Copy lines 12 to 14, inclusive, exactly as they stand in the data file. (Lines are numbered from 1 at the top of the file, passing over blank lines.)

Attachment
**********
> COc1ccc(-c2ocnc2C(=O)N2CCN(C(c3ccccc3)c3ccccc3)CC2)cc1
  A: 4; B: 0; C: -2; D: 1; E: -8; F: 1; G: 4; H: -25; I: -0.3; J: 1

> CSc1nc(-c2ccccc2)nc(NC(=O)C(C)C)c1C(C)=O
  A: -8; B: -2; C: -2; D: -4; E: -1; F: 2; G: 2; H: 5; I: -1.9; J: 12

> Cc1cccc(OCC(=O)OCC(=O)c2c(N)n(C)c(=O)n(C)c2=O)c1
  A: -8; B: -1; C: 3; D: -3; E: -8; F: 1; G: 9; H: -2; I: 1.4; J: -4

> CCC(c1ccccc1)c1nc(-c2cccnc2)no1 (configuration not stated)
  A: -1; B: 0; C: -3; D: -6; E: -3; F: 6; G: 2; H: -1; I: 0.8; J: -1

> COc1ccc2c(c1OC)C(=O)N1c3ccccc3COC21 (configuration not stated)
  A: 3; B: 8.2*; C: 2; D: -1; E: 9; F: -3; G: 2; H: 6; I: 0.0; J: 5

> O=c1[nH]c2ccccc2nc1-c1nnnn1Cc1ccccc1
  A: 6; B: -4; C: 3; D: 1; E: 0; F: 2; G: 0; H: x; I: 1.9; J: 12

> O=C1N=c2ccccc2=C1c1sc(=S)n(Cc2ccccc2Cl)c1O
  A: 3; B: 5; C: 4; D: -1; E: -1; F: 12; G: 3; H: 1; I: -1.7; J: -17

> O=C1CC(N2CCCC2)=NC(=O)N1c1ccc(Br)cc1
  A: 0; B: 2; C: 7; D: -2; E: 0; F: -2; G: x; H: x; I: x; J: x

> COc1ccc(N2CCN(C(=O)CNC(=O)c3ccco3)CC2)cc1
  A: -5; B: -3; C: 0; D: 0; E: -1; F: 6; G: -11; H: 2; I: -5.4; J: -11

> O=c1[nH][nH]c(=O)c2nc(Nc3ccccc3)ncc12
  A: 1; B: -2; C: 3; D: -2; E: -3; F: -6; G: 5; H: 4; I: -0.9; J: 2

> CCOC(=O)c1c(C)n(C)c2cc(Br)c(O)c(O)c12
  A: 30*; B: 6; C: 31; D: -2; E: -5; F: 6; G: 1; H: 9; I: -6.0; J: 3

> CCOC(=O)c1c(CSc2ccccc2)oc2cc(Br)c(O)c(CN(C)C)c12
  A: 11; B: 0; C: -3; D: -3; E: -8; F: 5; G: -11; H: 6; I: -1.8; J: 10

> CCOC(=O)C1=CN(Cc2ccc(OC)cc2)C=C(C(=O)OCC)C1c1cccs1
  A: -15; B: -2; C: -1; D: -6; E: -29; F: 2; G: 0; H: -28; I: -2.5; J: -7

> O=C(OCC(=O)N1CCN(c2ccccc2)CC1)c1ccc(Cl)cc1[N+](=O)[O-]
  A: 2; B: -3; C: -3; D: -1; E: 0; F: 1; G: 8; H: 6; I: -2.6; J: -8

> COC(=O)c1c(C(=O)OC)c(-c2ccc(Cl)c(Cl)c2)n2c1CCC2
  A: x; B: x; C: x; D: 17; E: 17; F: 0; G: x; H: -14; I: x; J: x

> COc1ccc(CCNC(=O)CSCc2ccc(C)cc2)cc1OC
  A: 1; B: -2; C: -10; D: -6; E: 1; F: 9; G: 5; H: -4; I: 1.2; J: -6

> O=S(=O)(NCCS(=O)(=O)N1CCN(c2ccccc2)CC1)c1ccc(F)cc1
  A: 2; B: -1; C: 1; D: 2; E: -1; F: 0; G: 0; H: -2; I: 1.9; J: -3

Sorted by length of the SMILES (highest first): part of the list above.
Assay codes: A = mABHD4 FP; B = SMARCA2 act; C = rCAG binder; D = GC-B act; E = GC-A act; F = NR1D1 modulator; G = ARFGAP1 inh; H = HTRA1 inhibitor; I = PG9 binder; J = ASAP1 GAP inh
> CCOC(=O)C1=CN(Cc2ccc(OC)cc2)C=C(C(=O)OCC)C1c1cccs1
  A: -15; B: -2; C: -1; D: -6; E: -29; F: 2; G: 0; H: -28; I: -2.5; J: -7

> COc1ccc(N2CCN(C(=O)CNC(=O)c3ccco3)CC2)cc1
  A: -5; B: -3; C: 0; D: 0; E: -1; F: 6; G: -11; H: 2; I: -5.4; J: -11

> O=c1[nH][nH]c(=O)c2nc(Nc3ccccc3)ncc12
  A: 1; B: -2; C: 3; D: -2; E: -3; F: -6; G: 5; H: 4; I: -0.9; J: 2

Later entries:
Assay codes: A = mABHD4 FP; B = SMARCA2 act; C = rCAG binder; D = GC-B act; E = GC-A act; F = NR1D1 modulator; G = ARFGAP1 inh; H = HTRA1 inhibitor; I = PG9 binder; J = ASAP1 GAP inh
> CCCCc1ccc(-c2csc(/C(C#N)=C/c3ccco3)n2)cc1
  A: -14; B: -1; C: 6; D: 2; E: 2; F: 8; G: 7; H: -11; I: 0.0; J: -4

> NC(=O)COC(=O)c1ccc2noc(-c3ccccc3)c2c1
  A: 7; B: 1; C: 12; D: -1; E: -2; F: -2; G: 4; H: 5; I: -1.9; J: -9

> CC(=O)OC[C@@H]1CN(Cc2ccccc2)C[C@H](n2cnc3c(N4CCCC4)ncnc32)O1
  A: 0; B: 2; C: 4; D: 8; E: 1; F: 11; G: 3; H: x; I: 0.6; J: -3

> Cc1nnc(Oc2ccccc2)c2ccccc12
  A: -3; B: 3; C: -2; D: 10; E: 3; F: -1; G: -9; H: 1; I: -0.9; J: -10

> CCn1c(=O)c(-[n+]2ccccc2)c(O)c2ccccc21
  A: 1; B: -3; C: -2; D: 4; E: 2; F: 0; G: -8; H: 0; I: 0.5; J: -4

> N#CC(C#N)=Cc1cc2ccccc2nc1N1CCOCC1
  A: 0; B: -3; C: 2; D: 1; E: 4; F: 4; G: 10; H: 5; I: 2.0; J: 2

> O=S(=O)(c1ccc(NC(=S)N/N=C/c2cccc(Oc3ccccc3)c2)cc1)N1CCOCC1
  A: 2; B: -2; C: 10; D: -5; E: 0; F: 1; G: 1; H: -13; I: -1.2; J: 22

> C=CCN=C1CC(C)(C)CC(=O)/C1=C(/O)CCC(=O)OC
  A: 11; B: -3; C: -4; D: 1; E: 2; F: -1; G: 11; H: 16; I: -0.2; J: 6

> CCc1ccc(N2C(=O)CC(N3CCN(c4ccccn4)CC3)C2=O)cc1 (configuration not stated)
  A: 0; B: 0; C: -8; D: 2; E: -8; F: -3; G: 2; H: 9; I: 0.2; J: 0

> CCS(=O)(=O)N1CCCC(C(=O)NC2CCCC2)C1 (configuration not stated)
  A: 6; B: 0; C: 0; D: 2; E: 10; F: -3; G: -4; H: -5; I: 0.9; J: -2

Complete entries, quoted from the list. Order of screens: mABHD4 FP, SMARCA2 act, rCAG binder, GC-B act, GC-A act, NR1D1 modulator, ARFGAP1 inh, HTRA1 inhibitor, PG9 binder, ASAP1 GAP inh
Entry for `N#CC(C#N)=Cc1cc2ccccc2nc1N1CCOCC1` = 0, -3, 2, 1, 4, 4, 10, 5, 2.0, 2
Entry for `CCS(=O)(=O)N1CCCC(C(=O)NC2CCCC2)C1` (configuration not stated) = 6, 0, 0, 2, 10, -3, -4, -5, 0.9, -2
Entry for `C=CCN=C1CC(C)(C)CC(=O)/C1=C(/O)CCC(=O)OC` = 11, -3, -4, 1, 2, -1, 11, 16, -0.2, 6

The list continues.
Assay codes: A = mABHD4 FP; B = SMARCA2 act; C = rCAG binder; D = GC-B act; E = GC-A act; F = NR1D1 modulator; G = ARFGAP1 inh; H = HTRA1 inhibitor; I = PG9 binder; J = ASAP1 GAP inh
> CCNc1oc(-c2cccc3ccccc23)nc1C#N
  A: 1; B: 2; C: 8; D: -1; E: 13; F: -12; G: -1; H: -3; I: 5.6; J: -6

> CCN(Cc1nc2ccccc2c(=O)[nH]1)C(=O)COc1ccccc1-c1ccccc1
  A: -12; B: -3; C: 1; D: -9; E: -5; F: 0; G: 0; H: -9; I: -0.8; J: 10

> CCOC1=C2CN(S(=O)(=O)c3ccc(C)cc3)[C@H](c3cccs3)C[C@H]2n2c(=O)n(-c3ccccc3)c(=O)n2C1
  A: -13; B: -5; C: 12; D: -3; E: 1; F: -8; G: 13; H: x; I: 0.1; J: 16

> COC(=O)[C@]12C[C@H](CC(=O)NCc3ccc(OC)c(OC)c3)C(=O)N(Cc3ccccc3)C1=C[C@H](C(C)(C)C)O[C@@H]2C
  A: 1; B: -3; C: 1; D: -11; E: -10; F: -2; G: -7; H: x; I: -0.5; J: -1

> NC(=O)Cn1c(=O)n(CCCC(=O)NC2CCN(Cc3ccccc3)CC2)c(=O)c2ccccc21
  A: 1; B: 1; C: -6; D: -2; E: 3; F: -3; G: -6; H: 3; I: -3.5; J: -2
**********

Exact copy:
  A: 6; B: -4; C: 3; D: 1; E: 0; F: 2; G: 0; H: x; I: 1.9; J: 12

> O=C1N=c2ccccc2=C1c1sc(=S)n(Cc2ccccc2Cl)c1O
  A: 3; B: 5; C: 4; D: -1; E: -1; F: 12; G: 3; H: 1; I: -1.7; J: -17